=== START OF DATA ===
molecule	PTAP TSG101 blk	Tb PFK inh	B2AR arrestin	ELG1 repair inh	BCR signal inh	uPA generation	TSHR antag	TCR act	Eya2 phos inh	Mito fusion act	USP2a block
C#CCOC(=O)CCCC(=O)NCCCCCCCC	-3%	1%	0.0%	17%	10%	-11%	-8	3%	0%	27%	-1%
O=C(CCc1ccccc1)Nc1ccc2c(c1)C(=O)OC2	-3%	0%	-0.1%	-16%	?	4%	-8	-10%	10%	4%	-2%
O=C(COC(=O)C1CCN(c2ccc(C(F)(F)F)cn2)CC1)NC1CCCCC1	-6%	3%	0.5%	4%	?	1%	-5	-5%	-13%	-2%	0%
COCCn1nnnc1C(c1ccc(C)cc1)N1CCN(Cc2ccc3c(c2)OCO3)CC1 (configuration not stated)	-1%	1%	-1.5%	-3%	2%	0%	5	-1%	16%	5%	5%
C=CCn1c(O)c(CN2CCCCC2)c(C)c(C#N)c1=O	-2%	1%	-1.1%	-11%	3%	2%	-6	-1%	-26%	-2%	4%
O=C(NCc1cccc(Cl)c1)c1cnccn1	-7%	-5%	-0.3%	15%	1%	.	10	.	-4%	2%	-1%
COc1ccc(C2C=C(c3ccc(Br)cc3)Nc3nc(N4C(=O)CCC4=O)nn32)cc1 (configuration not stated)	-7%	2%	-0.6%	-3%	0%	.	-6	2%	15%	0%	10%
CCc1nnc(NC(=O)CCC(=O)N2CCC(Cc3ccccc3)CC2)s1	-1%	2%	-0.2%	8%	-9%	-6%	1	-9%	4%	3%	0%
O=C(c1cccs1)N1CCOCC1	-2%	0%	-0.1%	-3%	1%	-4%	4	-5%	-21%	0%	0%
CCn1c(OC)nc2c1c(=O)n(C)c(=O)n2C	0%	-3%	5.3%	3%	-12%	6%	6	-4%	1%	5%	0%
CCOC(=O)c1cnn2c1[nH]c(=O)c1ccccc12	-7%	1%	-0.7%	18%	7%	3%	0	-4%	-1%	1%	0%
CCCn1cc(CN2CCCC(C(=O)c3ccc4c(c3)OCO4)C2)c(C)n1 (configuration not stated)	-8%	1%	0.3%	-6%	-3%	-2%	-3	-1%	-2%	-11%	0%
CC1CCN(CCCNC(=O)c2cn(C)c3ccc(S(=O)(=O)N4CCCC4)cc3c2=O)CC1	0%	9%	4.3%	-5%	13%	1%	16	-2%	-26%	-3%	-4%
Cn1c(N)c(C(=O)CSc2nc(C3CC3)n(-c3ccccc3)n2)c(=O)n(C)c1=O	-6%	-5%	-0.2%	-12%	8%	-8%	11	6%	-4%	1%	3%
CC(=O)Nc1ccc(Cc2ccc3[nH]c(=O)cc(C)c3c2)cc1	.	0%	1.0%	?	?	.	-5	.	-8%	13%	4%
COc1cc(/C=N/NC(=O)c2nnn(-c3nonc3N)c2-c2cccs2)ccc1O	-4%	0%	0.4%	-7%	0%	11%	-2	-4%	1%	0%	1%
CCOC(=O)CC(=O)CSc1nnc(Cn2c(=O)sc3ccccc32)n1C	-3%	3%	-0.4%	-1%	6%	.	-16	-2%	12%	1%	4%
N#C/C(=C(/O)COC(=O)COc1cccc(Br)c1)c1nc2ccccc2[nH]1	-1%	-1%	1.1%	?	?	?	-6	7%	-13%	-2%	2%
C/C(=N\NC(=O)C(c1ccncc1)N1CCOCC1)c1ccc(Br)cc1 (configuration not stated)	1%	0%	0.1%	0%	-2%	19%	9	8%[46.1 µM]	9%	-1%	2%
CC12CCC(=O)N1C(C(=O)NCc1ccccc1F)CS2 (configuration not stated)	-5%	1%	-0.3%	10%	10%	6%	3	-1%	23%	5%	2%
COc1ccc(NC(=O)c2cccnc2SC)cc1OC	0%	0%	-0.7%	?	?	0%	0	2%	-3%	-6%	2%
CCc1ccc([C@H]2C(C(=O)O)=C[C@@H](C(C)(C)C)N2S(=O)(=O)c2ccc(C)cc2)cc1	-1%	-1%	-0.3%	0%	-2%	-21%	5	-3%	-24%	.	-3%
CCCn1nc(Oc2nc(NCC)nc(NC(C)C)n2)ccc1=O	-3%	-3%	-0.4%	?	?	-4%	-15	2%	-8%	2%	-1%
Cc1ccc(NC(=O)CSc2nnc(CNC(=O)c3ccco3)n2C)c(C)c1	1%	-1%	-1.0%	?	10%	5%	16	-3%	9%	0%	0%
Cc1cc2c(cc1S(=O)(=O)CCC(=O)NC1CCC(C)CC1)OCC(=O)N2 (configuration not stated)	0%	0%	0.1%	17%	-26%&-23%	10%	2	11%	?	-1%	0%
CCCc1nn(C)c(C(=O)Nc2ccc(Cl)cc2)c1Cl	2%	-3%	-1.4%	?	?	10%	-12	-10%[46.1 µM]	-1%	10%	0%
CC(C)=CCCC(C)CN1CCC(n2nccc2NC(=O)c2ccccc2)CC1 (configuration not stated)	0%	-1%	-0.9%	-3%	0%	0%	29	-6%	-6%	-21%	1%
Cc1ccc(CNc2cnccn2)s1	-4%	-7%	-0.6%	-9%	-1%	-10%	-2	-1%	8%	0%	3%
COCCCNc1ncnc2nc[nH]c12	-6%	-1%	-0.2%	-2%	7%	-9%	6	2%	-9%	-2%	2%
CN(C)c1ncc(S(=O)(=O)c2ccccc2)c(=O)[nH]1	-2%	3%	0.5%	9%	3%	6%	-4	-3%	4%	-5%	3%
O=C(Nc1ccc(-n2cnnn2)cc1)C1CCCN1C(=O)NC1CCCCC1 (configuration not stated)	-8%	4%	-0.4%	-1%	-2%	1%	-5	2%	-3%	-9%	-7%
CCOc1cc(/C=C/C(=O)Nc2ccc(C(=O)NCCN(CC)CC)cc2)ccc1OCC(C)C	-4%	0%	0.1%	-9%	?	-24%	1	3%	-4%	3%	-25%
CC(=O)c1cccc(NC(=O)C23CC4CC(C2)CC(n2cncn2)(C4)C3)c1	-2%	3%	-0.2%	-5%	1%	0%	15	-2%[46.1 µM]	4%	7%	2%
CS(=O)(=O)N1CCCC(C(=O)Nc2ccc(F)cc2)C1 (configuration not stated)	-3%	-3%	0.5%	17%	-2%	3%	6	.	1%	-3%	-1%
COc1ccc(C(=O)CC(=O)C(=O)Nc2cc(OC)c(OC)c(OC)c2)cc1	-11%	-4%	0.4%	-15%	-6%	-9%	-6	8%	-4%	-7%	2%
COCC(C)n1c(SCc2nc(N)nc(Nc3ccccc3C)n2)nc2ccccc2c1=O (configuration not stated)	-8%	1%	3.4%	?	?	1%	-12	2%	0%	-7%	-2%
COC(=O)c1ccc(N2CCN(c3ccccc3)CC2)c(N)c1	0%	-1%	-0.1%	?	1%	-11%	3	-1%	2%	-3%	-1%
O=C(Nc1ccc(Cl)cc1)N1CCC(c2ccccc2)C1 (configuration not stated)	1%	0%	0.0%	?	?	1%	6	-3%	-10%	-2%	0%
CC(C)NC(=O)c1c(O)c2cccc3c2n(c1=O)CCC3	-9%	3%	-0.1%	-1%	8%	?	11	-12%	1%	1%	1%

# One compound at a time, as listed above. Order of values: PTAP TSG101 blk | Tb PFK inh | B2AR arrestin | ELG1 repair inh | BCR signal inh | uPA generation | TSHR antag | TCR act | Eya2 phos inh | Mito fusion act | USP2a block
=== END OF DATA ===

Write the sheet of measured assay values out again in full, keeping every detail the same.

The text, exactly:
molecule	PTAP TSG101 blk	Tb PFK inh	B2AR arrestin	ELG1 repair inh	BCR signal inh	uPA generation	TSHR antag	TCR act	Eya2 phos inh	Mito fusion act	USP2a block
C#CCOC(=O)CCCC(=O)NCCCCCCCC	-3%	1%	0.0%	17%	10%	-11%	-8	3%	0%	27%	-1%
O=C(CCc1ccccc1)Nc1ccc2c(c1)C(=O)OC2	-3%	0%	-0.1%	-16%	?	4%	-8	-10%	10%	4%	-2%
O=C(COC(=O)C1CCN(c2ccc(C(F)(F)F)cn2)CC1)NC1CCCCC1	-6%	3%	0.5%	4%	?	1%	-5	-5%	-13%	-2%	0%
COCCn1nnnc1C(c1ccc(C)cc1)N1CCN(Cc2ccc3c(c2)OCO3)CC1 (configuration not stated)	-1%	1%	-1.5%	-3%	2%	0%	5	-1%	16%	5%	5%
C=CCn1c(O)c(CN2CCCCC2)c(C)c(C#N)c1=O	-2%	1%	-1.1%	-11%	3%	2%	-6	-1%	-26%	-2%	4%
O=C(NCc1cccc(Cl)c1)c1cnccn1	-7%	-5%	-0.3%	15%	1%	.	10	.	-4%	2%	-1%
COc1ccc(C2C=C(c3ccc(Br)cc3)Nc3nc(N4C(=O)CCC4=O)nn32)cc1 (configuration not stated)	-7%	2%	-0.6%	-3%	0%	.	-6	2%	15%	0%	10%
CCc1nnc(NC(=O)CCC(=O)N2CCC(Cc3ccccc3)CC2)s1	-1%	2%	-0.2%	8%	-9%	-6%	1	-9%	4%	3%	0%
O=C(c1cccs1)N1CCOCC1	-2%	0%	-0.1%	-3%	1%	-4%	4	-5%	-21%	0%	0%
CCn1c(OC)nc2c1c(=O)n(C)c(=O)n2C	0%	-3%	5.3%	3%	-12%	6%	6	-4%	1%	5%	0%
CCOC(=O)c1cnn2c1[nH]c(=O)c1ccccc12	-7%	1%	-0.7%	18%	7%	3%	0	-4%	-1%	1%	0%
CCCn1cc(CN2CCCC(C(=O)c3ccc4c(c3)OCO4)C2)c(C)n1 (configuration not stated)	-8%	1%	0.3%	-6%	-3%	-2%	-3	-1%	-2%	-11%	0%
CC1CCN(CCCNC(=O)c2cn(C)c3ccc(S(=O)(=O)N4CCCC4)cc3c2=O)CC1	0%	9%	4.3%	-5%	13%	1%	16	-2%	-26%	-3%	-4%
Cn1c(N)c(C(=O)CSc2nc(C3CC3)n(-c3ccccc3)n2)c(=O)n(C)c1=O	-6%	-5%	-0.2%	-12%	8%	-8%	11	6%	-4%	1%	3%
CC(=O)Nc1ccc(Cc2ccc3[nH]c(=O)cc(C)c3c2)cc1	.	0%	1.0%	?	?	.	-5	.	-8%	13%	4%
COc1cc(/C=N/NC(=O)c2nnn(-c3nonc3N)c2-c2cccs2)ccc1O	-4%	0%	0.4%	-7%	0%	11%	-2	-4%	1%	0%	1%
CCOC(=O)CC(=O)CSc1nnc(Cn2c(=O)sc3ccccc32)n1C	-3%	3%	-0.4%	-1%	6%	.	-16	-2%	12%	1%	4%
N#C/C(=C(/O)COC(=O)COc1cccc(Br)c1)c1nc2ccccc2[nH]1	-1%	-1%	1.1%	?	?	?	-6	7%	-13%	-2%	2%
C/C(=N\NC(=O)C(c1ccncc1)N1CCOCC1)c1ccc(Br)cc1 (configuration not stated)	1%	0%	0.1%	0%	-2%	19%	9	8%[46.1 µM]	9%	-1%	2%
CC12CCC(=O)N1C(C(=O)NCc1ccccc1F)CS2 (configuration not stated)	-5%	1%	-0.3%	10%	10%	6%	3	-1%	23%	5%	2%
COc1ccc(NC(=O)c2cccnc2SC)cc1OC	0%	0%	-0.7%	?	?	0%	0	2%	-3%	-6%	2%
CCc1ccc([C@H]2C(C(=O)O)=C[C@@H](C(C)(C)C)N2S(=O)(=O)c2ccc(C)cc2)cc1	-1%	-1%	-0.3%	0%	-2%	-21%	5	-3%	-24%	.	-3%
CCCn1nc(Oc2nc(NCC)nc(NC(C)C)n2)ccc1=O	-3%	-3%	-0.4%	?	?	-4%	-15	2%	-8%	2%	-1%
Cc1ccc(NC(=O)CSc2nnc(CNC(=O)c3ccco3)n2C)c(C)c1	1%	-1%	-1.0%	?	10%	5%	16	-3%	9%	0%	0%
Cc1cc2c(cc1S(=O)(=O)CCC(=O)NC1CCC(C)CC1)OCC(=O)N2 (configuration not stated)	0%	0%	0.1%	17%	-26%&-23%	10%	2	11%	?	-1%	0%
CCCc1nn(C)c(C(=O)Nc2ccc(Cl)cc2)c1Cl	2%	-3%	-1.4%	?	?	10%	-12	-10%[46.1 µM]	-1%	10%	0%
CC(C)=CCCC(C)CN1CCC(n2nccc2NC(=O)c2ccccc2)CC1 (configuration not stated)	0%	-1%	-0.9%	-3%	0%	0%	29	-6%	-6%	-21%	1%
Cc1ccc(CNc2cnccn2)s1	-4%	-7%	-0.6%	-9%	-1%	-10%	-2	-1%	8%	0%	3%
COCCCNc1ncnc2nc[nH]c12	-6%	-1%	-0.2%	-2%	7%	-9%	6	2%	-9%	-2%	2%
CN(C)c1ncc(S(=O)(=O)c2ccccc2)c(=O)[nH]1	-2%	3%	0.5%	9%	3%	6%	-4	-3%	4%	-5%	3%
O=C(Nc1ccc(-n2cnnn2)cc1)C1CCCN1C(=O)NC1CCCCC1 (configuration not stated)	-8%	4%	-0.4%	-1%	-2%	1%	-5	2%	-3%	-9%	-7%
CCOc1cc(/C=C/C(=O)Nc2ccc(C(=O)NCCN(CC)CC)cc2)ccc1OCC(C)C	-4%	0%	0.1%	-9%	?	-24%	1	3%	-4%	3%	-25%
CC(=O)c1cccc(NC(=O)C23CC4CC(C2)CC(n2cncn2)(C4)C3)c1	-2%	3%	-0.2%	-5%	1%	0%	15	-2%[46.1 µM]	4%	7%	2%
CS(=O)(=O)N1CCCC(C(=O)Nc2ccc(F)cc2)C1 (configuration not stated)	-3%	-3%	0.5%	17%	-2%	3%	6	.	1%	-3%	-1%
COc1ccc(C(=O)CC(=O)C(=O)Nc2cc(OC)c(OC)c(OC)c2)cc1	-11%	-4%	0.4%	-15%	-6%	-9%	-6	8%	-4%	-7%	2%
COCC(C)n1c(SCc2nc(N)nc(Nc3ccccc3C)n2)nc2ccccc2c1=O (configuration not stated)	-8%	1%	3.4%	?	?	1%	-12	2%	0%	-7%	-2%
COC(=O)c1ccc(N2CCN(c3ccccc3)CC2)c(N)c1	0%	-1%	-0.1%	?	1%	-11%	3	-1%	2%	-3%	-1%
O=C(Nc1ccc(Cl)cc1)N1CCC(c2ccccc2)C1 (configuration not stated)	1%	0%	0.0%	?	?	1%	6	-3%	-10%	-2%	0%
CC(C)NC(=O)c1c(O)c2cccc3c2n(c1=O)CCC3	-9%	3%	-0.1%	-1%	8%	?	11	-12%	1%	1%	1%

# One compound at a time, as listed above. Order of values: PTAP TSG101 blk | Tb PFK inh | B2AR arrestin | ELG1 repair inh | BCR signal inh | uPA generation | TSHR antag | TCR act | Eya2 phos inh | Mito fusion act | USP2a block